4 MIN. DE LECTURA
(Adds comment from Carrier Corp spokeswoman, paragraph 9)
By Nick Carey
INDIANAPOLIS, Feb 18 (Reuters) - Duane Oreskowic was speechless when he learned last week that his job would be one of 1,400 lost when his employer, Carrier Corp, moved production to Mexico. But he has found his voice again since learning that Bernie Sanders is interested in his plight.
"I am a big-time Sanders fan and I hope he can help us," said the 37-year-old assembly specialist. "But even if he can't, maybe we can stop this happening to other American workers."
The Feb. 9 announcement by United Technologies Corp's Carrier unit that it would shift production to Mexico from Indianapolis has thrust the long-term trend of U.S. manufacturing job decline to the foreground of the nation's election year agenda.
Republican presidential front-runner Donald Trump seized on the announcement to amplify his position that companies such as Carrier should be taxed if they send jobs to low wage countries.
Democratic candidate Sanders called Carrier, a maker of air conditioners, an "example of how NAFTA and other trade policies have been a disaster for American workers." The 2016 U.S. presidential election is in November.
Communities around Indianapolis have witnessed a steady outflow of factory jobs over the past two decades. What made this action different was a YouTube video of the workers getting the news that by Thursday afternoon had more than 3.4 million views, and the political reaction to it.
"I came here 30 years ago looking for the American dream," said Hatice Lancaster, 51, originally from Turkey. "Maybe I should have gone to Mexico instead."
Chuck Jones, president of United Steelworkers Local 1999, which represents the Carrier workers, said he hopes to use the attention to force Carrier to reverse its decision.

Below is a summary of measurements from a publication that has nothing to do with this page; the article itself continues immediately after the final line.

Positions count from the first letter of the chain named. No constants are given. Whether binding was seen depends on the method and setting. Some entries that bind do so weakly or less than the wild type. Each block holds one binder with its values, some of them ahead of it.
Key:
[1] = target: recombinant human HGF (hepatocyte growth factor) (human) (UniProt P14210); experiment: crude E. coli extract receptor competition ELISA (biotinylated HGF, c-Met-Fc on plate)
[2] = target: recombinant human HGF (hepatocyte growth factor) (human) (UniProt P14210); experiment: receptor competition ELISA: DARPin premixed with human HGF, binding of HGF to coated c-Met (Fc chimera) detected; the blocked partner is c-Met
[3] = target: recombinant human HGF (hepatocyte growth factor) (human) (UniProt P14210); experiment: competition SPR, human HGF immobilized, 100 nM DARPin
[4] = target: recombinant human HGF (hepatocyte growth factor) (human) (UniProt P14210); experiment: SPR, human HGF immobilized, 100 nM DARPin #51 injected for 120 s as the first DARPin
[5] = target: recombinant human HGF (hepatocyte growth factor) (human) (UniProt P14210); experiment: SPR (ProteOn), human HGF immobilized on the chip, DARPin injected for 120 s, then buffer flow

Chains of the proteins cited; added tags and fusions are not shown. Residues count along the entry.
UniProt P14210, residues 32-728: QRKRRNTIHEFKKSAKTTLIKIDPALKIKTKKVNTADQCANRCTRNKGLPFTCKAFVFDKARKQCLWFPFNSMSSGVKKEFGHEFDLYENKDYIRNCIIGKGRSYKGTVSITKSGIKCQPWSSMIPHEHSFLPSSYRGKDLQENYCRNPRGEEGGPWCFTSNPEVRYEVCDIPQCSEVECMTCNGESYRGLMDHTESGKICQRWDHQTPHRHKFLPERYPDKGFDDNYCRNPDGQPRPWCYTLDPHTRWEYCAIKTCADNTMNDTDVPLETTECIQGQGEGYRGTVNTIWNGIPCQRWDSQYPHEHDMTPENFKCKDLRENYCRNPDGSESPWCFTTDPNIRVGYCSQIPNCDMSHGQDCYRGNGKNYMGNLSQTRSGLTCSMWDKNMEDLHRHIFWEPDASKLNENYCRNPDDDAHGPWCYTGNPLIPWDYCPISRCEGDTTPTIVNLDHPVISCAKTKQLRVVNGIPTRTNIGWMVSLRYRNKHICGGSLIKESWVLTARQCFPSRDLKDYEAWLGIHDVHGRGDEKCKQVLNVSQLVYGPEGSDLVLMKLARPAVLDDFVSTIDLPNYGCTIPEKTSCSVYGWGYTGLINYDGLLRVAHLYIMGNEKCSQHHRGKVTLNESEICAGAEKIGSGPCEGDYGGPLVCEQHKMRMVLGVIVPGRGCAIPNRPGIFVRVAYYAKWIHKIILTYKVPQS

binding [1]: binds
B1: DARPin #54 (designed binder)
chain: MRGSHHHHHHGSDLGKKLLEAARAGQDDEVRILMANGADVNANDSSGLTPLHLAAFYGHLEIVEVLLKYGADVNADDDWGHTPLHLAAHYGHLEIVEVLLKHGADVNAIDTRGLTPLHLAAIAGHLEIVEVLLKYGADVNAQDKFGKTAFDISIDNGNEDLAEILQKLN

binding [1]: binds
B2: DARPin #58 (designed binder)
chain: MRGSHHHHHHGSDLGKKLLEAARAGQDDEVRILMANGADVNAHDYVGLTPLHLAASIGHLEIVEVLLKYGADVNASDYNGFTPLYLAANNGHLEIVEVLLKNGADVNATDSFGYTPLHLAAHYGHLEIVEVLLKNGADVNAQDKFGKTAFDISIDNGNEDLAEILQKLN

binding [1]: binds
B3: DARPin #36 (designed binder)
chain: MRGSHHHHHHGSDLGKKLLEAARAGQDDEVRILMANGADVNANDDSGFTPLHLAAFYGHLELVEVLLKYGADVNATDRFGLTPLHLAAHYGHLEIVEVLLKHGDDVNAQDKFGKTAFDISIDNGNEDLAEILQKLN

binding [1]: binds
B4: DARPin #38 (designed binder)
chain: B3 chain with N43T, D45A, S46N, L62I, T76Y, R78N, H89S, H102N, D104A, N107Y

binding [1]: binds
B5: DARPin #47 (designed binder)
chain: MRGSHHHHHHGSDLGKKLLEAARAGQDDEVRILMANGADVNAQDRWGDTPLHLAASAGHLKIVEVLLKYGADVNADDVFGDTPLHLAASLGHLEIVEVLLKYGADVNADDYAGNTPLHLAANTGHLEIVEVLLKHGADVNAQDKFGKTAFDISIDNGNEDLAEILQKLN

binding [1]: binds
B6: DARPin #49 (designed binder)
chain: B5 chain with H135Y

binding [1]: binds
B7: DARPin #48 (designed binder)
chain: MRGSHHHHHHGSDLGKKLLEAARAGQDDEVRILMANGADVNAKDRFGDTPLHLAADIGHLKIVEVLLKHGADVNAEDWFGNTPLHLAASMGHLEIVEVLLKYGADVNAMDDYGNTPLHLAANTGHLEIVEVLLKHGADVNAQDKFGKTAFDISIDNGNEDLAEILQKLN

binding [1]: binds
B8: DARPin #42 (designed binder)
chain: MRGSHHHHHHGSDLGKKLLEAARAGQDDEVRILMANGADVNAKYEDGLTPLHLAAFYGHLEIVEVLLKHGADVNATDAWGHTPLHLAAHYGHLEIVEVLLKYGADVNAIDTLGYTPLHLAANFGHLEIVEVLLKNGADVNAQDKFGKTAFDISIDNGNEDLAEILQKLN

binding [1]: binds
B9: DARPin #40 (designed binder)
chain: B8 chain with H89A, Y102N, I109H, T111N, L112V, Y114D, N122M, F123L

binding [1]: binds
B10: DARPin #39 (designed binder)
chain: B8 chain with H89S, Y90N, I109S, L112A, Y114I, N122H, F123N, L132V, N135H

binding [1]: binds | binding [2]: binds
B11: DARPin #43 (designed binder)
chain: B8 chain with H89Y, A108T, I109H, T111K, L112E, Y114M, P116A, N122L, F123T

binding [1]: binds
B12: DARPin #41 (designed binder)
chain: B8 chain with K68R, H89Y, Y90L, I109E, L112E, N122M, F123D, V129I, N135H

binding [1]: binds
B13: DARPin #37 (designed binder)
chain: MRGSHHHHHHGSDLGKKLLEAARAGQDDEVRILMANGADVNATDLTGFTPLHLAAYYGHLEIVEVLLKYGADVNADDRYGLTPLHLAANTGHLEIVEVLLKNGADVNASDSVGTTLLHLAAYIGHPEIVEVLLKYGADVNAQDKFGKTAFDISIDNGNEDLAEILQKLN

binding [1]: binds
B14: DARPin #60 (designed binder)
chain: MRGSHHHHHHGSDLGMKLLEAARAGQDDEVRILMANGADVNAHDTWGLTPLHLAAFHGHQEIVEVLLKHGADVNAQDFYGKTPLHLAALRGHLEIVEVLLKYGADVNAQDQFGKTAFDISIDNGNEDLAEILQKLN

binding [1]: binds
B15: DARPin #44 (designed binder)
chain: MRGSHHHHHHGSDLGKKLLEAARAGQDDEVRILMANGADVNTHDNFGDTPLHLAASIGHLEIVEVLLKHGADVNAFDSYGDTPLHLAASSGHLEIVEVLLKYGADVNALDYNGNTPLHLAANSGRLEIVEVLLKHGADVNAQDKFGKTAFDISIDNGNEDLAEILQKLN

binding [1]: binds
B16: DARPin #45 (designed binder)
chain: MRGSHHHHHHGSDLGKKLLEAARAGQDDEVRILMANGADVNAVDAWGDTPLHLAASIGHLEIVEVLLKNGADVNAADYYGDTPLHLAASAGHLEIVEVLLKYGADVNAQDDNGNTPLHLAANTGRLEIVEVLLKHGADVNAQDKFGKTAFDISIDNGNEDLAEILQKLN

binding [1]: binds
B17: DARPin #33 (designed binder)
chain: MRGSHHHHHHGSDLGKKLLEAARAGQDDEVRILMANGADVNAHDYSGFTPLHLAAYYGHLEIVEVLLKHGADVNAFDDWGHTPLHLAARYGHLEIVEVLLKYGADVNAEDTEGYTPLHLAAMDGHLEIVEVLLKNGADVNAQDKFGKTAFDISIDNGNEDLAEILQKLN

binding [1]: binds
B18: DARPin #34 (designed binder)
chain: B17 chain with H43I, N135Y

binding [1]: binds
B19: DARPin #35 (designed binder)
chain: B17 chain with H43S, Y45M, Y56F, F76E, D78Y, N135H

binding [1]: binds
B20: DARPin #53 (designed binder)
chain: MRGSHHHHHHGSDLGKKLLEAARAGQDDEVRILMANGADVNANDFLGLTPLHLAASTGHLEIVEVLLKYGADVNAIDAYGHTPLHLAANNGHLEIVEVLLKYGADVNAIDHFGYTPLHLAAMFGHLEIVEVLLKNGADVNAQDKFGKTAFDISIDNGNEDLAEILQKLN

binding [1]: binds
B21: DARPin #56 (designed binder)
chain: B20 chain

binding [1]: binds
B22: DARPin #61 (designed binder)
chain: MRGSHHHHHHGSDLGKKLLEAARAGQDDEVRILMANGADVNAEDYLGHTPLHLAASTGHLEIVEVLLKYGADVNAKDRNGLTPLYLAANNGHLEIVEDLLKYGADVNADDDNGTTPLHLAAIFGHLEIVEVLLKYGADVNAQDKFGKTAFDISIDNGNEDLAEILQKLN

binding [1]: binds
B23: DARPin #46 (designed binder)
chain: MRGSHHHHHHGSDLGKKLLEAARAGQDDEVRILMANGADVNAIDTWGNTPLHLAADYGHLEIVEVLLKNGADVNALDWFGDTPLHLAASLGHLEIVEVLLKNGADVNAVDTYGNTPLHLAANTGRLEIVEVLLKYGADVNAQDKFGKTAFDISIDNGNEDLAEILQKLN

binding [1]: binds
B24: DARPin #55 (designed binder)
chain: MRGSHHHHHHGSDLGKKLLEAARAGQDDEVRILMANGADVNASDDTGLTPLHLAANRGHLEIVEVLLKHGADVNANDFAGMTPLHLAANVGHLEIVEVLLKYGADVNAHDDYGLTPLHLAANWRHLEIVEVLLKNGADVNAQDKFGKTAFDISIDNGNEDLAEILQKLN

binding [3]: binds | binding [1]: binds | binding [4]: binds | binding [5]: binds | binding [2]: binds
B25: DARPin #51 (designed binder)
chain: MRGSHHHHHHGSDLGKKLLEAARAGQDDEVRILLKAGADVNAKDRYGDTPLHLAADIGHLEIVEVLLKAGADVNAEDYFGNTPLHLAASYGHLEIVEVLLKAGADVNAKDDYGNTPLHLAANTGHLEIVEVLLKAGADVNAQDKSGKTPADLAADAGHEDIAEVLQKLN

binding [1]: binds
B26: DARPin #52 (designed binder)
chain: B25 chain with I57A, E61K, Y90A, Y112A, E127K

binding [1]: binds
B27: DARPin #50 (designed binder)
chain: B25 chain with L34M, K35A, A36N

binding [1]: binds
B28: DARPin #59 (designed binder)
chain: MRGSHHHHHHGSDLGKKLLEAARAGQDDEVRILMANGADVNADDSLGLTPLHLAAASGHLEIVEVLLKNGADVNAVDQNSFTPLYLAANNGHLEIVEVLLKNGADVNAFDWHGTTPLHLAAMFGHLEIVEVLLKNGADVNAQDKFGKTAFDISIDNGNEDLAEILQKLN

Jones faces a steep climb. Carrier has told the union it can pay Mexican workers $3 an hour versus more than $20 on average in Indianapolis. A spokeswoman for Carrier said the company pays a "competitive wage" based on local conditions and could not discuss pay levels.
Since 1998, the chain-smoking, plain-spoken and profane Jones has watched the number of factories represented by his local dwindle to 12 from 38. He and his staff can rattle off the names of plants that have closed.
"We didn't ask for this fight," Jones said. "But we have to draw a line in the sand somewhere."
Jones is now giving interviews to anyone who asks - he was interrupted by multiple phone calls seeking comment while talking to Reuters - in the hope "this time America will pay attention and do something about rampant corporate greed."
Jones is grateful that Trump has drawn public attention to Carrier, but he sees Sanders "as a champion for our cause." Jones said he has been contacted by the Sanders campaign. A member of the Sanders campaign said the Vermont senator's team would be in touch with Jones.
Some Carrier workers interviewed outside the plant said they are drawn to Trump.
Brian Easton, 45, said he and his wife work for Carrier, and are now coming to terms with what he said is likely to be a permanent drop in their living standard.
"This country is run by Corporate America and we need someone in office like Donald Trump who is not beholden to anyone," Easton said. "I don't think he can save our jobs, but if we draw attention to this perhaps other workers won't have to go through this." (Additional reporting by John Whitesides and Harriet McLeod; Editing by Steve Orlofsky and Matthew Lewis)